India’s latest spectrum auction wrapped up on Thursday, and after 30+ rounds in five days, operators spent Rs 65,789 crore (around ($9.9 billion) on about 40% of the total spectrum value on offer, leaving the coveted but overpriced 700-MHz and 900-MHz bands untouched.
In total, cellcos bought 965 MHz worth of spectrum out of the 2,354.55 MHz put up for auction, reports the Economic Times of India:
The bidding activity took place only in few circles with interest continuing to be largely around 1800 MHz and 2300 MHz that can be used by operators to provide 4G services.
Industry also showed interest in 2100 MHz (3G/4G) band, 2500 MHz (4G) band and 800 MHz (2G/4G) bands.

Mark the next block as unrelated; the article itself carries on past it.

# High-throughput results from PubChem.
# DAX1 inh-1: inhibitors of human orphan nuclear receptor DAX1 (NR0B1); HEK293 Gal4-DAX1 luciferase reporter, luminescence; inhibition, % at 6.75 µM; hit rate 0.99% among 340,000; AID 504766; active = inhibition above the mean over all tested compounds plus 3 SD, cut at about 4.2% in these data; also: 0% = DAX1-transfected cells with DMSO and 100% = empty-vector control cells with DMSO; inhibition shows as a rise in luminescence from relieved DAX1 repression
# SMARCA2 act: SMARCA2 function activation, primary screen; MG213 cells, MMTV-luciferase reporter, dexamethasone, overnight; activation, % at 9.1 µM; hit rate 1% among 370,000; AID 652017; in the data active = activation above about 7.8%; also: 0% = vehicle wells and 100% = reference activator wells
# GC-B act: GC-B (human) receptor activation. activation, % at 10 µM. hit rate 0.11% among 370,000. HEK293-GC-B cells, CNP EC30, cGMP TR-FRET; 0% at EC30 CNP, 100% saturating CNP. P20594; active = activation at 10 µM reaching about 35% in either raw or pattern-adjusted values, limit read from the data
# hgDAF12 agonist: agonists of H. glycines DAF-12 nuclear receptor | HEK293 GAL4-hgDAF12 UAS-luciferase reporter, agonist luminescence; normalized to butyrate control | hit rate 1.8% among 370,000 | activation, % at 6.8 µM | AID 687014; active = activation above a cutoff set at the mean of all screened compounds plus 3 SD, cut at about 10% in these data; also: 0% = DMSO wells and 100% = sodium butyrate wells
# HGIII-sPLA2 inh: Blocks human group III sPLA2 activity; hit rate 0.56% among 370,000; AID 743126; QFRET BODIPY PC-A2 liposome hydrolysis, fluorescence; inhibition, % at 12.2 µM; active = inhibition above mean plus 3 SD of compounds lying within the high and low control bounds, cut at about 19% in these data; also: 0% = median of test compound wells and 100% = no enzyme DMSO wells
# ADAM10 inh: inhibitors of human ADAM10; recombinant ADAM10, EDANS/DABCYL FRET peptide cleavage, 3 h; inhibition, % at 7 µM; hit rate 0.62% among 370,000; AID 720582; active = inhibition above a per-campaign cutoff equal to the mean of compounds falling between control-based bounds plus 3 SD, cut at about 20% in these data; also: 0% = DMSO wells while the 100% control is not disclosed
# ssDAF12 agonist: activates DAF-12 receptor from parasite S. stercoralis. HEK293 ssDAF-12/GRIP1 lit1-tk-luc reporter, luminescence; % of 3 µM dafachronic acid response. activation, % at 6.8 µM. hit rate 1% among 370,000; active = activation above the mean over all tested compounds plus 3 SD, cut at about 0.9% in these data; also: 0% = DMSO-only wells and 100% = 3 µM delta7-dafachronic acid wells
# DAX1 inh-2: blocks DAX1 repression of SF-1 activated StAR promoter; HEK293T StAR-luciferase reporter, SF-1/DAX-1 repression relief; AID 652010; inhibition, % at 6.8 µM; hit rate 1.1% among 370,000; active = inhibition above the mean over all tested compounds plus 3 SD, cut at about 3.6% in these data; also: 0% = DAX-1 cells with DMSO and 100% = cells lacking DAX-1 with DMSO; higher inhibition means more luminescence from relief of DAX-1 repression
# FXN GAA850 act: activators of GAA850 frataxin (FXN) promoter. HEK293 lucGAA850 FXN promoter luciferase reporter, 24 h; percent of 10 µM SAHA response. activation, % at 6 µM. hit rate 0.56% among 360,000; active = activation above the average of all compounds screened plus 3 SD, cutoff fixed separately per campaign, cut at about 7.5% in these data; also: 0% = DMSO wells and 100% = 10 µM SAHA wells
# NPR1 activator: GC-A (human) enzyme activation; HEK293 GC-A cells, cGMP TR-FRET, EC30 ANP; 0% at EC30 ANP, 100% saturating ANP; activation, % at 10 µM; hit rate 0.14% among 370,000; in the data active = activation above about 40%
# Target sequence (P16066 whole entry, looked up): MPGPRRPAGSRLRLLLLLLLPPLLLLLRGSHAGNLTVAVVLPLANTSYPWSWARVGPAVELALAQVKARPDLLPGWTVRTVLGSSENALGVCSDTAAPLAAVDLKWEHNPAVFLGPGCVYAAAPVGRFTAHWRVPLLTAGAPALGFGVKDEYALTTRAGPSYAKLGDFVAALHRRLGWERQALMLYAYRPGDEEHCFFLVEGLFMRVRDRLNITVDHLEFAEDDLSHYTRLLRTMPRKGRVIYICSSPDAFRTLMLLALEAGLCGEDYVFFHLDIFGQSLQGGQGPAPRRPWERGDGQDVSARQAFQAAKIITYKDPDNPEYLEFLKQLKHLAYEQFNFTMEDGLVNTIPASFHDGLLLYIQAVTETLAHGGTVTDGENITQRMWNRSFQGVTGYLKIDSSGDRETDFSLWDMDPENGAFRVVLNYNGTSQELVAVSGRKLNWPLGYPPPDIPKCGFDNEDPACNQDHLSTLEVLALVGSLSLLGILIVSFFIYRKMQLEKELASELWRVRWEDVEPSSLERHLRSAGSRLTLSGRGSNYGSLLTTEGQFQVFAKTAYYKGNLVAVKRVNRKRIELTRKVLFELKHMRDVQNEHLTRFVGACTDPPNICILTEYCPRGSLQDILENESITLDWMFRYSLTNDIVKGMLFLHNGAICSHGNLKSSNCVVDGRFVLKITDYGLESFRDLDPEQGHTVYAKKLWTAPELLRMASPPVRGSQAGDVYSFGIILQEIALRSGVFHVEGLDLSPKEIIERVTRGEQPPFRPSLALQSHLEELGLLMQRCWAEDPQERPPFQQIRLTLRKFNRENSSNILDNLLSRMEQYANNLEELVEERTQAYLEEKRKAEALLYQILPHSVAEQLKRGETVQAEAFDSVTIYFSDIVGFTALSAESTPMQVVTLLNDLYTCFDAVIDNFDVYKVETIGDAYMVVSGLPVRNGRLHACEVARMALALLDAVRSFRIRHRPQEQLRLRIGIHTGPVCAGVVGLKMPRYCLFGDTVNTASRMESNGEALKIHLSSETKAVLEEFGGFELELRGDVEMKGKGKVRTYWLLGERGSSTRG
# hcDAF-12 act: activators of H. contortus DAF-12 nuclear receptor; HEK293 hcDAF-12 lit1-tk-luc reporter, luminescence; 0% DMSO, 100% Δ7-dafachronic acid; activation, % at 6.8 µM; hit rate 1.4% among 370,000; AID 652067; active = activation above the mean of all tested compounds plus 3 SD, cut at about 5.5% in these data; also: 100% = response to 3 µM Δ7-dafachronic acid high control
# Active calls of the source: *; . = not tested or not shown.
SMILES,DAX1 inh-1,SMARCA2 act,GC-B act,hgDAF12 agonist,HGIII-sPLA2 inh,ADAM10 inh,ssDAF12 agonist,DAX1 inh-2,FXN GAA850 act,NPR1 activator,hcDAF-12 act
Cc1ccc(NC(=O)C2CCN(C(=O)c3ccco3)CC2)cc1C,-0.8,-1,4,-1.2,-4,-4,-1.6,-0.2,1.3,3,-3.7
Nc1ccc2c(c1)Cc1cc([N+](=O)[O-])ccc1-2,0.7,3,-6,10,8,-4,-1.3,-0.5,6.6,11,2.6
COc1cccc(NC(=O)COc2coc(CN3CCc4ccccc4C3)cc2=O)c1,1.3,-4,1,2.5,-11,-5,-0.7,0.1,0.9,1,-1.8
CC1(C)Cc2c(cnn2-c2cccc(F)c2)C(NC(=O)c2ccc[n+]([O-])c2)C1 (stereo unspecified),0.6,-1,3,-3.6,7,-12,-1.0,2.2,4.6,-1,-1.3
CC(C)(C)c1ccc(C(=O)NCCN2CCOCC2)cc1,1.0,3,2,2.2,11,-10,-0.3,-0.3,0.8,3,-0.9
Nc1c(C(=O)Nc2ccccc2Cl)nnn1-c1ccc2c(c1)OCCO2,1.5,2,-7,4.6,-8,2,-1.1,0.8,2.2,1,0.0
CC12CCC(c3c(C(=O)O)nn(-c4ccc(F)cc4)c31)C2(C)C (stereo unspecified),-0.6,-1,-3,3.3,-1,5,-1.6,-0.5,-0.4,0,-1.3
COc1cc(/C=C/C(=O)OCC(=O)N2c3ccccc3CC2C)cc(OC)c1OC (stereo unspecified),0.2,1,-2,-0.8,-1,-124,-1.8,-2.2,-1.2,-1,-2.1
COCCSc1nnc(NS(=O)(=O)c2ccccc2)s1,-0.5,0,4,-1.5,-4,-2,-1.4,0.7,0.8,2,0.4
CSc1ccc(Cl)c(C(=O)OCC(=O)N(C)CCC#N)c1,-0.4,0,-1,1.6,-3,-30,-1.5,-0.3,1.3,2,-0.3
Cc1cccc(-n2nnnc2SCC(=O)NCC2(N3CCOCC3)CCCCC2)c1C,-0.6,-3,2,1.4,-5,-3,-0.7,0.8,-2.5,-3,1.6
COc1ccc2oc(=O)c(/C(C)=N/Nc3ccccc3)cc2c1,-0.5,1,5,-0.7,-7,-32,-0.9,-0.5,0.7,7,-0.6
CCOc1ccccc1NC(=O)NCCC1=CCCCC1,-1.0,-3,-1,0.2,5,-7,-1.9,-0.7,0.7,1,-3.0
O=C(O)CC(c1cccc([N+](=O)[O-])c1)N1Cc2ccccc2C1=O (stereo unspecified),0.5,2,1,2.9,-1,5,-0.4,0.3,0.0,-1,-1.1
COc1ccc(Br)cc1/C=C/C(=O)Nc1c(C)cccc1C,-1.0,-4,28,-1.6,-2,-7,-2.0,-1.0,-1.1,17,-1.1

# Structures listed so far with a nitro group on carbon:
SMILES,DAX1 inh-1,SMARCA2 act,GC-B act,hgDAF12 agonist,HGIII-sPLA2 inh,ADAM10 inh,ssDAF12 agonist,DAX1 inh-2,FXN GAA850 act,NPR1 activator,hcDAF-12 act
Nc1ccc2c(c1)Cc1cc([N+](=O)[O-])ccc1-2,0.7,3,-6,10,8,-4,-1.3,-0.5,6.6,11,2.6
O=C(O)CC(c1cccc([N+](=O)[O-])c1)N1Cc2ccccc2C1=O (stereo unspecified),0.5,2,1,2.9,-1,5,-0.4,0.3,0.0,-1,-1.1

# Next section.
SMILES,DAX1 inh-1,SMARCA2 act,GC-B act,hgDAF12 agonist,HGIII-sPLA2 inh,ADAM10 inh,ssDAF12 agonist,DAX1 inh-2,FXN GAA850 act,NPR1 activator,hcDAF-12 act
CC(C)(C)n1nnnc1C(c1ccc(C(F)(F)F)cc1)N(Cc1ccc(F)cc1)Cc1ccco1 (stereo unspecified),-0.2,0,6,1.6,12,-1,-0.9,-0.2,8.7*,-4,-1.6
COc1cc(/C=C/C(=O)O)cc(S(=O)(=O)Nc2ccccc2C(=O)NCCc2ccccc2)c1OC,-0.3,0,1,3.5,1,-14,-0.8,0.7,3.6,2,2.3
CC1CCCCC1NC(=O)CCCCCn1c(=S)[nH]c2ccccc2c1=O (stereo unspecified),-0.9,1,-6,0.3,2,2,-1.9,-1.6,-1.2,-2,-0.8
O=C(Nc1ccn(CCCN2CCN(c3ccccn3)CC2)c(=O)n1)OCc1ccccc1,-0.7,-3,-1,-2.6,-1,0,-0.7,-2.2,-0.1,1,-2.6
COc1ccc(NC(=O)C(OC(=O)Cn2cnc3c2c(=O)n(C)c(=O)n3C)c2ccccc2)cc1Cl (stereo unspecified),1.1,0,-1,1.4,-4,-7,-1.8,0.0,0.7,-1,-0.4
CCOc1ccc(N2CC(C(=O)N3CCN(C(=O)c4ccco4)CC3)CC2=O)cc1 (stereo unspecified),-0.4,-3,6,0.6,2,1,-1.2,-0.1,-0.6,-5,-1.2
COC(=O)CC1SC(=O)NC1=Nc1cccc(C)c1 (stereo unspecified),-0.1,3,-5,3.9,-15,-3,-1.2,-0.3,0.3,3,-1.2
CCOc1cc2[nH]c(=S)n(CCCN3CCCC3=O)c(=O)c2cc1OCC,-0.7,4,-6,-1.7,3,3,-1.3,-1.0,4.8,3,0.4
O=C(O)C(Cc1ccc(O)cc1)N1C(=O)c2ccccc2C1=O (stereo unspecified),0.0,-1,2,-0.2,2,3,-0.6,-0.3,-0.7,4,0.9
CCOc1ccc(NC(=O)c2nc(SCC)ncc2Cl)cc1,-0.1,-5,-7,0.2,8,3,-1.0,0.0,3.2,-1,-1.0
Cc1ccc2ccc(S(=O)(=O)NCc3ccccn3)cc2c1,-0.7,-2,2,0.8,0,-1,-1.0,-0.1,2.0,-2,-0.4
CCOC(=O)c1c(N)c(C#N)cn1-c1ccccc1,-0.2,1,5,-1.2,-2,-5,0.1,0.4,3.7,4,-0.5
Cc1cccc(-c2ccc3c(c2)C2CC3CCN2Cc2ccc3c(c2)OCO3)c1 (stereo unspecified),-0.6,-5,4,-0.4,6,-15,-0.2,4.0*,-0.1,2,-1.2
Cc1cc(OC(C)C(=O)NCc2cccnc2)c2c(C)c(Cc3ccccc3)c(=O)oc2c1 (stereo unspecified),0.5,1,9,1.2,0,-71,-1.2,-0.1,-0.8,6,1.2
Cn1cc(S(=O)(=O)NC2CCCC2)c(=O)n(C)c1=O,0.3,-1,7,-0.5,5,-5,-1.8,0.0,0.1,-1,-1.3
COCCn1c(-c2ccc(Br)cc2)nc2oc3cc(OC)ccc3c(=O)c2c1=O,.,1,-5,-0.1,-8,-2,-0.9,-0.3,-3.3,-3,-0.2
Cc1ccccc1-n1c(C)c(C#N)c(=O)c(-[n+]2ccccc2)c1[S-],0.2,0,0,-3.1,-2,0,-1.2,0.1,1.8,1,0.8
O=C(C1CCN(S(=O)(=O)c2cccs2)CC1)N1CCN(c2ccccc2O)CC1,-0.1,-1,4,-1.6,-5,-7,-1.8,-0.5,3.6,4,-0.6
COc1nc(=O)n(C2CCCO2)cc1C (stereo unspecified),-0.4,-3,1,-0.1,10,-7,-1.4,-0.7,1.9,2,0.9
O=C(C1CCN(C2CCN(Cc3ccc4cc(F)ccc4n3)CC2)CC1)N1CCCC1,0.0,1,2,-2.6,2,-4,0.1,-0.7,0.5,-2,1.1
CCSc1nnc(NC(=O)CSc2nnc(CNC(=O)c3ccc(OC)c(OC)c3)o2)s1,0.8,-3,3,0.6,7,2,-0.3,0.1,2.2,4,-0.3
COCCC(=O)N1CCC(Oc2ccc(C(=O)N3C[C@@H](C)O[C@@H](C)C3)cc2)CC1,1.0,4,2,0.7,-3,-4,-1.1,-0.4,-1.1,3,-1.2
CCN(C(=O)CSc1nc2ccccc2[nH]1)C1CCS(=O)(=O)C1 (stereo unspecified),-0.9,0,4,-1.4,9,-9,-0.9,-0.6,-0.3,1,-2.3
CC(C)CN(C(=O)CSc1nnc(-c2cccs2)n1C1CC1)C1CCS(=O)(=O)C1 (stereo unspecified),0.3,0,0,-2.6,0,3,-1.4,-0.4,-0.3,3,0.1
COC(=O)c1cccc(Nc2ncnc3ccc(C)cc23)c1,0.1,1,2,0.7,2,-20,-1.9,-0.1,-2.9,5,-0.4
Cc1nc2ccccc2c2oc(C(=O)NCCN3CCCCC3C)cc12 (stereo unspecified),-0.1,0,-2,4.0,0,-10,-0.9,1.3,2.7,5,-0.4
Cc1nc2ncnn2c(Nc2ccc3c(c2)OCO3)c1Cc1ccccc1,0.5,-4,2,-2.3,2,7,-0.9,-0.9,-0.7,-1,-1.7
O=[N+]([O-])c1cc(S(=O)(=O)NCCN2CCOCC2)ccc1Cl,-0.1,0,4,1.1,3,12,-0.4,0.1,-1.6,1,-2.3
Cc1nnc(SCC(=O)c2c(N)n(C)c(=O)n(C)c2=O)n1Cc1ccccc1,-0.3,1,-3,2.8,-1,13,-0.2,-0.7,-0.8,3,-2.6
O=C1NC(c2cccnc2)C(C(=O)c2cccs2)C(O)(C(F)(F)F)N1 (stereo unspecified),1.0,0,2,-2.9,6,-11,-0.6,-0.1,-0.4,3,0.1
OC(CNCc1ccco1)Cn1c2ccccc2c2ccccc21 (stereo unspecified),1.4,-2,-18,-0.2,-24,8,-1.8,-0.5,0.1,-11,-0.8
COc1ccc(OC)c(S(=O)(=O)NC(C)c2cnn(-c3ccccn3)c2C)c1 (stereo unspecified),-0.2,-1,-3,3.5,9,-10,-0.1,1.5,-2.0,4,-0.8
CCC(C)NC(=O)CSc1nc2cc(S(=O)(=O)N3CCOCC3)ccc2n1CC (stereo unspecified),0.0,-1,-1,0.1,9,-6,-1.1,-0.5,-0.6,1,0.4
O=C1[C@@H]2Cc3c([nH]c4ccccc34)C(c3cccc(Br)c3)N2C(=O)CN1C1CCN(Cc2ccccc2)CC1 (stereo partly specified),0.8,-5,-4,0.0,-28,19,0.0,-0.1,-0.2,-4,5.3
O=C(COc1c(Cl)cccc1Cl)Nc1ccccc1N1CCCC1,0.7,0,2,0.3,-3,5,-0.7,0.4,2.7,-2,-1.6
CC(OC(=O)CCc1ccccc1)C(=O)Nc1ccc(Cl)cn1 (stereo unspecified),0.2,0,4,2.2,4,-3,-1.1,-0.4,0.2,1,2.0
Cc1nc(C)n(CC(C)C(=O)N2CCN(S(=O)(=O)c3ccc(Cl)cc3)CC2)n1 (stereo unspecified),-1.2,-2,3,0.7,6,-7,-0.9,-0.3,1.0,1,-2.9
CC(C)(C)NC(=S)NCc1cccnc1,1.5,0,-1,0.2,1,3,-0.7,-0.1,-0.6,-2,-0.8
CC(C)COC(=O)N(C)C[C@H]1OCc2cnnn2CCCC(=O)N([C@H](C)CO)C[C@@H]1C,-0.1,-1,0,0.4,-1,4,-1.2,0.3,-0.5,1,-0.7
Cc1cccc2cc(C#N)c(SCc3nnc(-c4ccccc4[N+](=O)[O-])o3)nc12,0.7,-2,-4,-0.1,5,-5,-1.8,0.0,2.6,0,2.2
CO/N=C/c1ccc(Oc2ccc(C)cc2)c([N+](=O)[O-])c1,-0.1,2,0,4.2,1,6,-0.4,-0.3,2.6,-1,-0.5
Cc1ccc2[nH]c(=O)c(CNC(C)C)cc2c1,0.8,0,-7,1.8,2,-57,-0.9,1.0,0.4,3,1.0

The results aren’t too surprising – market analysts predicted several months ago that the 700-MHz band alone would go unsold due to the high reserve price. Even the government’s Department of Telecommunications expected to raise about $10 billion, despite the total spectrum on offer valued at $84 billion.
However, it wasn’t just about price – the Cellular Operators Association of India (COAI) stated it was also down to the massive debt and sluggish growth currently plaguing India’s telecoms sector, reports the Economic Times:
“We are hopeful the Government and the DoT will take cognizance of the role a high reserve price had on bidding, as far as the 700 MHz is concerned, and will recalibrate the price so that spectrum in the band could be put up for auction, maybe two years from now,” Rajan S Mathews, Director General, COAI, said in a statement.
The industry body said that huge investments will be required to roll out 4G services. For an industry saddled with debts, this will be a challenge.
However, the COAI did say that the spectrum cellcos did acquire will go a long way in helping them build the state-of-the-art networks they’ll need for a “robust blue-print for transforming the digital identity of the country”.